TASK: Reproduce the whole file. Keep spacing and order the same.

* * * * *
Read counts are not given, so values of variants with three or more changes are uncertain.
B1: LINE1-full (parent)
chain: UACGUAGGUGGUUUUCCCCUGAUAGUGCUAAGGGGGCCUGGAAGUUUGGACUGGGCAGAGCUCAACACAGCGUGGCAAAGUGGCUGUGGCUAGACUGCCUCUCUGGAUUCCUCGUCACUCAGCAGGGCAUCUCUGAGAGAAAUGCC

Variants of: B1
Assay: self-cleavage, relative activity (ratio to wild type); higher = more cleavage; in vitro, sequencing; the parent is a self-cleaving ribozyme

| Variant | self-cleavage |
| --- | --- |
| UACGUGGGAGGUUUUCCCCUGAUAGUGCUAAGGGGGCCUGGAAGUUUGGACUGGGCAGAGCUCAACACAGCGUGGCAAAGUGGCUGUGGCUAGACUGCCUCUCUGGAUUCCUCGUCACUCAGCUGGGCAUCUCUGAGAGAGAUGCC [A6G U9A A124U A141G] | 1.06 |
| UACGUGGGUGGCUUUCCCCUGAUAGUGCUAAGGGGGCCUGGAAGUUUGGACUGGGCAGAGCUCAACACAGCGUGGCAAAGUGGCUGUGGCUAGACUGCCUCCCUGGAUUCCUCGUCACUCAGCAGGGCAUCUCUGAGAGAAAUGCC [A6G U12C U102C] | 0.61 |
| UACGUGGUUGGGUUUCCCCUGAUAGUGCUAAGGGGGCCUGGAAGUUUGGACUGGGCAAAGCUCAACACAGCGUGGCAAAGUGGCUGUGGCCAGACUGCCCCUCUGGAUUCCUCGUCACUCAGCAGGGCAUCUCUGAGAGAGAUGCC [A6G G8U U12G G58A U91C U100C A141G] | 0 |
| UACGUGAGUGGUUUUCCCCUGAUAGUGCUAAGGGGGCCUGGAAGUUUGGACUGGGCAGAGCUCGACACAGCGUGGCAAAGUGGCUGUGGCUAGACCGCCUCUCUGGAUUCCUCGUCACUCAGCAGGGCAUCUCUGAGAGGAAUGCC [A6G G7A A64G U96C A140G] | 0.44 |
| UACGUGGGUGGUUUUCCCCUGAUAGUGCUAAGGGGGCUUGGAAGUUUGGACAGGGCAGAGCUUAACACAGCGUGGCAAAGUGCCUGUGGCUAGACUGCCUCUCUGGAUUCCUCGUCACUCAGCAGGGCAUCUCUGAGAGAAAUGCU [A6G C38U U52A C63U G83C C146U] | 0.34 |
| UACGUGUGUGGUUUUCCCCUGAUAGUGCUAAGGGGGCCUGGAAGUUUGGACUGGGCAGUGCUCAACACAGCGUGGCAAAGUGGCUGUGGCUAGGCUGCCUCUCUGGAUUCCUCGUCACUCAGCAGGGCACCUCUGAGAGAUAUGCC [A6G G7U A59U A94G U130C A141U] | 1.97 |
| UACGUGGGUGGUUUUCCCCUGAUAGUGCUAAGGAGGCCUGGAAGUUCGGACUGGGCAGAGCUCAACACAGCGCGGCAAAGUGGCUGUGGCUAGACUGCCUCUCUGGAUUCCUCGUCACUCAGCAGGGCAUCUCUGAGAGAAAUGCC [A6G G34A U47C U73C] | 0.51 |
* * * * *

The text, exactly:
Read counts are not given, so values of variants with three or more changes are uncertain.
B1: LINE1-full (parent)
chain: UACGUAGGUGGUUUUCCCCUGAUAGUGCUAAGGGGGCCUGGAAGUUUGGACUGGGCAGAGCUCAACACAGCGUGGCAAAGUGGCUGUGGCUAGACUGCCUCUCUGGAUUCCUCGUCACUCAGCAGGGCAUCUCUGAGAGAAAUGCC

Variants of: B1
Assay: self-cleavage, relative activity (ratio to wild type); higher = more cleavage; in vitro, sequencing; the parent is a self-cleaving ribozyme

| Variant | self-cleavage |
| --- | --- |
| UACGUGGGAGGUUUUCCCCUGAUAGUGCUAAGGGGGCCUGGAAGUUUGGACUGGGCAGAGCUCAACACAGCGUGGCAAAGUGGCUGUGGCUAGACUGCCUCUCUGGAUUCCUCGUCACUCAGCUGGGCAUCUCUGAGAGAGAUGCC [A6G U9A A124U A141G] | 1.06 |
| UACGUGGGUGGCUUUCCCCUGAUAGUGCUAAGGGGGCCUGGAAGUUUGGACUGGGCAGAGCUCAACACAGCGUGGCAAAGUGGCUGUGGCUAGACUGCCUCCCUGGAUUCCUCGUCACUCAGCAGGGCAUCUCUGAGAGAAAUGCC [A6G U12C U102C] | 0.61 |
| UACGUGGUUGGGUUUCCCCUGAUAGUGCUAAGGGGGCCUGGAAGUUUGGACUGGGCAAAGCUCAACACAGCGUGGCAAAGUGGCUGUGGCCAGACUGCCCCUCUGGAUUCCUCGUCACUCAGCAGGGCAUCUCUGAGAGAGAUGCC [A6G G8U U12G G58A U91C U100C A141G] | 0 |
| UACGUGAGUGGUUUUCCCCUGAUAGUGCUAAGGGGGCCUGGAAGUUUGGACUGGGCAGAGCUCGACACAGCGUGGCAAAGUGGCUGUGGCUAGACCGCCUCUCUGGAUUCCUCGUCACUCAGCAGGGCAUCUCUGAGAGGAAUGCC [A6G G7A A64G U96C A140G] | 0.44 |
| UACGUGGGUGGUUUUCCCCUGAUAGUGCUAAGGGGGCUUGGAAGUUUGGACAGGGCAGAGCUUAACACAGCGUGGCAAAGUGCCUGUGGCUAGACUGCCUCUCUGGAUUCCUCGUCACUCAGCAGGGCAUCUCUGAGAGAAAUGCU [A6G C38U U52A C63U G83C C146U] | 0.34 |
| UACGUGUGUGGUUUUCCCCUGAUAGUGCUAAGGGGGCCUGGAAGUUUGGACUGGGCAGUGCUCAACACAGCGUGGCAAAGUGGCUGUGGCUAGGCUGCCUCUCUGGAUUCCUCGUCACUCAGCAGGGCACCUCUGAGAGAUAUGCC [A6G G7U A59U A94G U130C A141U] | 1.97 |
| UACGUGGGUGGUUUUCCCCUGAUAGUGCUAAGGAGGCCUGGAAGUUCGGACUGGGCAGAGCUCAACACAGCGCGGCAAAGUGGCUGUGGCUAGACUGCCUCUCUGGAUUCCUCGUCACUCAGCAGGGCAUCUCUGAGAGAAAUGCC [A6G G34A U47C U73C] | 0.51 |